Fears cats in Stamford have been poisoned with antifreeze

Hayley Biggs and Kay Jackson, right, believed their cats died as a result of antifreeze poisoning Photo: SM210911-017ow
Hayley Biggs and Kay Jackson, right, believed their cats died as a result of antifreeze poisoning Photo: SM210911-017ow
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TWO families are devastated by the death of their pets which they believe were poisoned by antifreeze.

The owners fear someone could be targeting cats in the Melbourne Road area of Stamford although the RSPCA has warned that most poisoning cases are accidental.

The two animals both fell ill over the weekend and had to be put to sleep after suffering serious kidney failure.

It is the second time Kay Jackson has lost an animal to poisoning since moving to Melbourne Road six months ago.

Her first cat Gizmo died in April after being poisoned. Her other cat Daisy fell ill on Friday last week and died a day later.

Kay, 41, said: “It’s like they were drunk. Daisy was being sick and foaming at the mouth, then he started having fits and was screaming in pain. It was just awful.

“If someone is doing this deliberately, they are evil and sadistic and can’t be allowed to get away with it.”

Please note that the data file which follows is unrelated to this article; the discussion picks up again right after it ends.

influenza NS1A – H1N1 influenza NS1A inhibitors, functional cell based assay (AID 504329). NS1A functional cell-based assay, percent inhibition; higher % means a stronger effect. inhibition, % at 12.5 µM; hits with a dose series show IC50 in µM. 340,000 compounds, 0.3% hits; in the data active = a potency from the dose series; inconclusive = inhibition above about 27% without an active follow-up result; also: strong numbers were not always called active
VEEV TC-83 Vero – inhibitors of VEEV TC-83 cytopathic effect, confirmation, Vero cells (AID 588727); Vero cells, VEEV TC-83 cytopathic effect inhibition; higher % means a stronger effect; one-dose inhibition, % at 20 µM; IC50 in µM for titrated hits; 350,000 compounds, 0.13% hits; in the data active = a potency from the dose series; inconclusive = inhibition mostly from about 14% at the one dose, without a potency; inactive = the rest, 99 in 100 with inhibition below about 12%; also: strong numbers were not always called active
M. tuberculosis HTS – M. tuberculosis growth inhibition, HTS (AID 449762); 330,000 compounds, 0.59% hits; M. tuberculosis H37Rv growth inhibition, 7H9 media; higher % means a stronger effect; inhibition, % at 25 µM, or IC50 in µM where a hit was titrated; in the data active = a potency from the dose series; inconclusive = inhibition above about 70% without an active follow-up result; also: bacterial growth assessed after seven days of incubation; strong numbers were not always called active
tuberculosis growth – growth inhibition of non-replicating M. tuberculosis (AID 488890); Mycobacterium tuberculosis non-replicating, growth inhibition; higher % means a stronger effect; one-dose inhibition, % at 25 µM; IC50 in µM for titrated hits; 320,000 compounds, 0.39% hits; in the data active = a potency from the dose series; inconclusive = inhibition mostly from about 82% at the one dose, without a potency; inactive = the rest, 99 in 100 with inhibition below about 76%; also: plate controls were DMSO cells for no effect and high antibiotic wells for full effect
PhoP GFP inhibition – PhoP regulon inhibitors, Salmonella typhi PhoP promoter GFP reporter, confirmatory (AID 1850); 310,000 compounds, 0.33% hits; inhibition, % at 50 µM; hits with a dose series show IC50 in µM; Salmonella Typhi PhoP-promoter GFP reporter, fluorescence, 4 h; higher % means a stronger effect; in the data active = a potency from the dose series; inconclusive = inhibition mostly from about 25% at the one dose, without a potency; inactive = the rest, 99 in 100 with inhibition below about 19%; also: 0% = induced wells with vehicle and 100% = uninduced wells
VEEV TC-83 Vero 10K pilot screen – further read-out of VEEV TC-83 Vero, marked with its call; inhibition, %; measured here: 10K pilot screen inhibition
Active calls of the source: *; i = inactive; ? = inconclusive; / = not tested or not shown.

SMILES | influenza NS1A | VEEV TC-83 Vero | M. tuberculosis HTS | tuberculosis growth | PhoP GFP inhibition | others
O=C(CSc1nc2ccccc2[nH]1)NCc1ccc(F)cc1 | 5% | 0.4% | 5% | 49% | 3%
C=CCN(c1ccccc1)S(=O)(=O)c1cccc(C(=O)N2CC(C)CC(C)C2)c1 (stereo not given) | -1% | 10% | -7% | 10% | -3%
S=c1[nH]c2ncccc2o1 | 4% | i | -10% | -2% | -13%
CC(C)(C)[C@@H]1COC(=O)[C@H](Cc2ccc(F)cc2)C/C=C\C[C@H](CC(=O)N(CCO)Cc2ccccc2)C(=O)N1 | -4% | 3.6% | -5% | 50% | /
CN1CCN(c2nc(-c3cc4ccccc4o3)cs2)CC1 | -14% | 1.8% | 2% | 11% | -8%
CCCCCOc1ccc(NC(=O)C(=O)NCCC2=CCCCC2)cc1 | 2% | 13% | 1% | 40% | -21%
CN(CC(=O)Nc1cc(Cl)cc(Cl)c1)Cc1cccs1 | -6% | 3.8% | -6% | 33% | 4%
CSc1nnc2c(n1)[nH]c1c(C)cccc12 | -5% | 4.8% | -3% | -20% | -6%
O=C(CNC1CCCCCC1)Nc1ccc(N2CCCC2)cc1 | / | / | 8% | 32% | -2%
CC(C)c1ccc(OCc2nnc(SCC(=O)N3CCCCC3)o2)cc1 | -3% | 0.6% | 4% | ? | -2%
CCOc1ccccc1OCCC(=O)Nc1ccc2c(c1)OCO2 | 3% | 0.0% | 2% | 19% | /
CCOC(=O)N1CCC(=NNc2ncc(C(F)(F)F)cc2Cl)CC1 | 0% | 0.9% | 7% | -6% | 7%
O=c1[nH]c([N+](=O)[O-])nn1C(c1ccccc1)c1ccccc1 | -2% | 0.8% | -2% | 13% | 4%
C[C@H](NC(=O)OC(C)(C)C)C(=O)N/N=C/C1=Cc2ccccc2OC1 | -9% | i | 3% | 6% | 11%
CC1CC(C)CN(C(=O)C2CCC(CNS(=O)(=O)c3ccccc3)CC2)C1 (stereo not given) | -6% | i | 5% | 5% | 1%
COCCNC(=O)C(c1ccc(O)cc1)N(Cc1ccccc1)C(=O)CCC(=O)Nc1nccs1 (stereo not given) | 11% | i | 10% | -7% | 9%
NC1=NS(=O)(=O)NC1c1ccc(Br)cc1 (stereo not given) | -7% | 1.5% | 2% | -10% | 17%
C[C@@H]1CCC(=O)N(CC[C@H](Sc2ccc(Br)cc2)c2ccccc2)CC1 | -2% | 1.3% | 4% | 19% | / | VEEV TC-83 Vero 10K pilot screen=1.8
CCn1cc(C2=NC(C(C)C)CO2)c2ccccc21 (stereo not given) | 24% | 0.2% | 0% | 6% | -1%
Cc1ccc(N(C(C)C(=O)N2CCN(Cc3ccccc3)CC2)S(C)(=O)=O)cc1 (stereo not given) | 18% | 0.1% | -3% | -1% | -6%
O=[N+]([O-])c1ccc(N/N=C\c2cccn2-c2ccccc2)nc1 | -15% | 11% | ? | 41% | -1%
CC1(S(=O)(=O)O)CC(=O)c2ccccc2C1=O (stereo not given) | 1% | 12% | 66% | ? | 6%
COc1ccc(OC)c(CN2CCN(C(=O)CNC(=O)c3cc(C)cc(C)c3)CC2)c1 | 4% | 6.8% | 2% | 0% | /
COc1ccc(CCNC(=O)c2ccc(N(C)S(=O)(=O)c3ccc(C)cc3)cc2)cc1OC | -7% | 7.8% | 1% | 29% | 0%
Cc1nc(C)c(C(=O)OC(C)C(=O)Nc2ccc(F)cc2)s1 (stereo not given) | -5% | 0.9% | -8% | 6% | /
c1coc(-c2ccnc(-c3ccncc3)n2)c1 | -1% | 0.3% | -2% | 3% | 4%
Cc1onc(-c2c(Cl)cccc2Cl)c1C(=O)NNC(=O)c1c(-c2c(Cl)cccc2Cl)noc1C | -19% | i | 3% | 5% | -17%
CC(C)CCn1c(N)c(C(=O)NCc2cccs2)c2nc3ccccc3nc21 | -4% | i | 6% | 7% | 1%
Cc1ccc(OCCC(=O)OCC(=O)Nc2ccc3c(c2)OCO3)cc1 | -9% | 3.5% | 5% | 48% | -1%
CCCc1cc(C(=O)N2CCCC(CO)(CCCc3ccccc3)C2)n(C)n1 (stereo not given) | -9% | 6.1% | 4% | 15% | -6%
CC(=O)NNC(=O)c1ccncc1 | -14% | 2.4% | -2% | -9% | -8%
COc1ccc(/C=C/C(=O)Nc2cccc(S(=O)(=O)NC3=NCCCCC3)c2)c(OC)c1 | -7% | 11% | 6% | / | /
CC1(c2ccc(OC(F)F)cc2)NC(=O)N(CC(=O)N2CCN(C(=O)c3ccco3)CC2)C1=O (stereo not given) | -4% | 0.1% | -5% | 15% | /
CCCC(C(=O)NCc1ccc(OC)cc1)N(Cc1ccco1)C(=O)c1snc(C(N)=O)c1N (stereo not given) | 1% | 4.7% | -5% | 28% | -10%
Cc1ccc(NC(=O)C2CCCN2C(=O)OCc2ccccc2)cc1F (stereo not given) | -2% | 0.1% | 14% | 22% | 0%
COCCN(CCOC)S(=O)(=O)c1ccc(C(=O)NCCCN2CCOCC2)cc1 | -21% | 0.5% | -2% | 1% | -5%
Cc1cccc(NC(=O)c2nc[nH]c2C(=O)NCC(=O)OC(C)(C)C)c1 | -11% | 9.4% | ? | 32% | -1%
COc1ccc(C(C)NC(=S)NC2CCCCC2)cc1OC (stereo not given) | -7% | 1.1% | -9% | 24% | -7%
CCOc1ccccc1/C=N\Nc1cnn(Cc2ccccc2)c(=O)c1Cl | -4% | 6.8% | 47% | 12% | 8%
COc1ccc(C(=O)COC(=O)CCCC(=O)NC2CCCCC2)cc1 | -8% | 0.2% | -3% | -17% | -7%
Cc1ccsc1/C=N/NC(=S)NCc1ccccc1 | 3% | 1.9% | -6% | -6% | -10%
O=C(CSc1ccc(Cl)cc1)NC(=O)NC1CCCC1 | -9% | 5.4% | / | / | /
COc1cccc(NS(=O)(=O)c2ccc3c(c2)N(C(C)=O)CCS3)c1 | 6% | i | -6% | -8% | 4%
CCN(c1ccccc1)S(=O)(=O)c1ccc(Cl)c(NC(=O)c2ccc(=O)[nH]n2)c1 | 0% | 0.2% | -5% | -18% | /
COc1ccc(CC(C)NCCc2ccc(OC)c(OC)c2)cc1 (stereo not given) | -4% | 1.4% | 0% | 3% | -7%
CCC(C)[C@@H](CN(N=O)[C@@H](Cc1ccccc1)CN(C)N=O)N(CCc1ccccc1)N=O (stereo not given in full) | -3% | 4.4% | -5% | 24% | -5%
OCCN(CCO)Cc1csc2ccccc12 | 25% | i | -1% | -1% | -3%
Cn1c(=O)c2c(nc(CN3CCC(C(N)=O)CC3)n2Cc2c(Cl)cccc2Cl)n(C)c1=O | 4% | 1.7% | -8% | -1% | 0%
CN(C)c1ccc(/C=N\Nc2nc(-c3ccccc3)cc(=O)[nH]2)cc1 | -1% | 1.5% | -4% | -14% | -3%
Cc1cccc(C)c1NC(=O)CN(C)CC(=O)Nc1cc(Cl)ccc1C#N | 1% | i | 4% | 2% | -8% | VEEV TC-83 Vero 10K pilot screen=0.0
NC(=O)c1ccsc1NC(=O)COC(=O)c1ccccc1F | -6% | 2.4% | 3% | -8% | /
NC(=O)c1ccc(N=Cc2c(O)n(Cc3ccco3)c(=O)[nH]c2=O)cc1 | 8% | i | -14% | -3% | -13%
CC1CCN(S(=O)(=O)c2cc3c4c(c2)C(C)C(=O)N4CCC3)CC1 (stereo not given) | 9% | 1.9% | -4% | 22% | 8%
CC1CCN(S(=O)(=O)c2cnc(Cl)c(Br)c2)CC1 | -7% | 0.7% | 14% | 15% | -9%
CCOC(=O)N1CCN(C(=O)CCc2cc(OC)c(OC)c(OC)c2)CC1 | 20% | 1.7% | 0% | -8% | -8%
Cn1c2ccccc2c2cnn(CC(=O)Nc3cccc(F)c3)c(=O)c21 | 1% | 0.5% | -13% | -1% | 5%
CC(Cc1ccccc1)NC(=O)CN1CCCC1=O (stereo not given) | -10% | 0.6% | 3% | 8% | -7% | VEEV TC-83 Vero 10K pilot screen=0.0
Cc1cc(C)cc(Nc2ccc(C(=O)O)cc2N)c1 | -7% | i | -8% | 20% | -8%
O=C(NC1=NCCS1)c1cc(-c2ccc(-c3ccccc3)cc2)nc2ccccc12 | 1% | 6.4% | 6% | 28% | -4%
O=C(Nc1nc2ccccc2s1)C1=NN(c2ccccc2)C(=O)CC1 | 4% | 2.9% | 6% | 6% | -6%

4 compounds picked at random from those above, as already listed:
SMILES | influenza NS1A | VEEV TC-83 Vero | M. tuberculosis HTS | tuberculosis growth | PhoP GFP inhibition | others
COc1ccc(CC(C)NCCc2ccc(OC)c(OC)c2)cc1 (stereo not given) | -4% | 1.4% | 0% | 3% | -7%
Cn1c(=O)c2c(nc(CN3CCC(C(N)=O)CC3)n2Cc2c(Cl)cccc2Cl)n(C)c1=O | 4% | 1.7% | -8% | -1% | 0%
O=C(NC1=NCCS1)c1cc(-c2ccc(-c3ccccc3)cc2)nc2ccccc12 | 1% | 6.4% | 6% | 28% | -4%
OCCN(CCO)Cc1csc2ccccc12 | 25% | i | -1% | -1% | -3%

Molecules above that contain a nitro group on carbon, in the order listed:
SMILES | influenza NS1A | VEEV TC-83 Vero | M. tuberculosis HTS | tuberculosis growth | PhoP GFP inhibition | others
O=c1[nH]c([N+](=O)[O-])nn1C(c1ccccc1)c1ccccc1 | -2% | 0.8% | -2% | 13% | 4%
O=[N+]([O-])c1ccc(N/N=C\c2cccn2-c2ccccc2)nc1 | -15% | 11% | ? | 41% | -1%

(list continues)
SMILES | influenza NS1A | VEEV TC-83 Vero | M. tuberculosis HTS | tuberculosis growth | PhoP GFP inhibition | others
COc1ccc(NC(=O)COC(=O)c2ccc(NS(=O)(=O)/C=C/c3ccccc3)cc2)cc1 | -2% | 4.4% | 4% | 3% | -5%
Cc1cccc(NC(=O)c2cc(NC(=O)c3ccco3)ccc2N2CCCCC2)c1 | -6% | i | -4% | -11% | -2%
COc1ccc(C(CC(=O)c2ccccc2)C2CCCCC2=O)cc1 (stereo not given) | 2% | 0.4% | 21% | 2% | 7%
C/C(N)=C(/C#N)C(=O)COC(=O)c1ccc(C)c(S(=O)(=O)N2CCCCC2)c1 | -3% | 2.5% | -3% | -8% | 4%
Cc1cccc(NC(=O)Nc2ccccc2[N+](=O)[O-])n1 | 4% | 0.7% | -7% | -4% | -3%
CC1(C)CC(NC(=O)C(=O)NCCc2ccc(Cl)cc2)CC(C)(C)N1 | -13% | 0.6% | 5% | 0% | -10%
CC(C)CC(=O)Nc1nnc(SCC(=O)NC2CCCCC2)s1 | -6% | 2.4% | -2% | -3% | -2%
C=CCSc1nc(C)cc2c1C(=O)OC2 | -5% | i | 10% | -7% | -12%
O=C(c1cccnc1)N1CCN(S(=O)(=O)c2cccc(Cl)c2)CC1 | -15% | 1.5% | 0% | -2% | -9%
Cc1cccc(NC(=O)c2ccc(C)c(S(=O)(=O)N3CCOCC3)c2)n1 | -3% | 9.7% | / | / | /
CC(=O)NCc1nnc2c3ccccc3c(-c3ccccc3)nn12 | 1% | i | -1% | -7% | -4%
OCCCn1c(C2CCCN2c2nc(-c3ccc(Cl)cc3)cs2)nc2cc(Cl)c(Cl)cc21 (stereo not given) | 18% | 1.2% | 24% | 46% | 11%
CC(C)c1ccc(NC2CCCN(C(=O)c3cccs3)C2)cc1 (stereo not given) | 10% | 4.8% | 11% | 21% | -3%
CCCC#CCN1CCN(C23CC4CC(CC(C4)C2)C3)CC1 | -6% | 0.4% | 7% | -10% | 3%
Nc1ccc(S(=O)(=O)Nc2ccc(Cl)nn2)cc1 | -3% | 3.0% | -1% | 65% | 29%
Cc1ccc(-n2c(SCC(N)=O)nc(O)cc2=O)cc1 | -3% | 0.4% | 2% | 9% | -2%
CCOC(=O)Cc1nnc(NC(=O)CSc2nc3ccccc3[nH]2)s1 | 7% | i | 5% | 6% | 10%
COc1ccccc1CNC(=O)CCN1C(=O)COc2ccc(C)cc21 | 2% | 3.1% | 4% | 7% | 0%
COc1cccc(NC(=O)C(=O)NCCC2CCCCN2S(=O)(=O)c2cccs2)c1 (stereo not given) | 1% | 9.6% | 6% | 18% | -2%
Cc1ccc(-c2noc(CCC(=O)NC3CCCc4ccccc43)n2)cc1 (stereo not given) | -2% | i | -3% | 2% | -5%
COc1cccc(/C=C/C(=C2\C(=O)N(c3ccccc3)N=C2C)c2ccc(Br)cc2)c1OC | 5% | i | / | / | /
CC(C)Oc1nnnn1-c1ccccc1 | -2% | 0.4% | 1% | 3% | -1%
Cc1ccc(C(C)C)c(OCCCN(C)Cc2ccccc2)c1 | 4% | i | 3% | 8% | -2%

Another cat, Rosie, died on Sunday after suffering similar symptoms.

Her owners Judy and Steve Biggs were away on holiday but Rosie was being looked after by their daughter Hayley and a neighbour.

Hayley, of Berkeley Court, Stamford, said: “Rosie wasn’t eating and was stumbling about feeling sorry for herself but I left her overnight. I didn’t think she had been poisoned or I would have taken her straight to the vet.”

Rosie was taken to Burghley Veterinary Centre on Saturday where she stayed overnight but was put to sleep on Sunday morning. The bill for her treatment was £314.

Hayley, 31, said: “I am devastated and feel so guilty for not taking her to the vet sooner.

“If someone did this deliberately, they need to be stopped.

“How could someone be so cruel to do this to an animal?”

The incidents were reported to police and have been referred to the RSPCA.

An RSPCA spokesman said: “Many of us are not aware of just how toxic antifreeze is so it’s really important that we all take care when using, storing and disposing of it.

“It could save an animal from an incredibly painful death.”

The chemical ethylene glycol is thought to have a sweet taste which makes it appealing to cats, but it causes fatal kidney problems.

Marc Moggridge, the owner of Burghley Veterinary Centre, has urged pet owners to be vigilant and seek help immediately.

He said: “There really is no time to waste. Occasionally if an animal is treated early enough it will survive, but the majority of cases will be fatal.”

Anyone with information about the deaths can contact the RSPCA on 0300 1234 999 or police on 0300 111 0300 quoting incident 146 of September 19.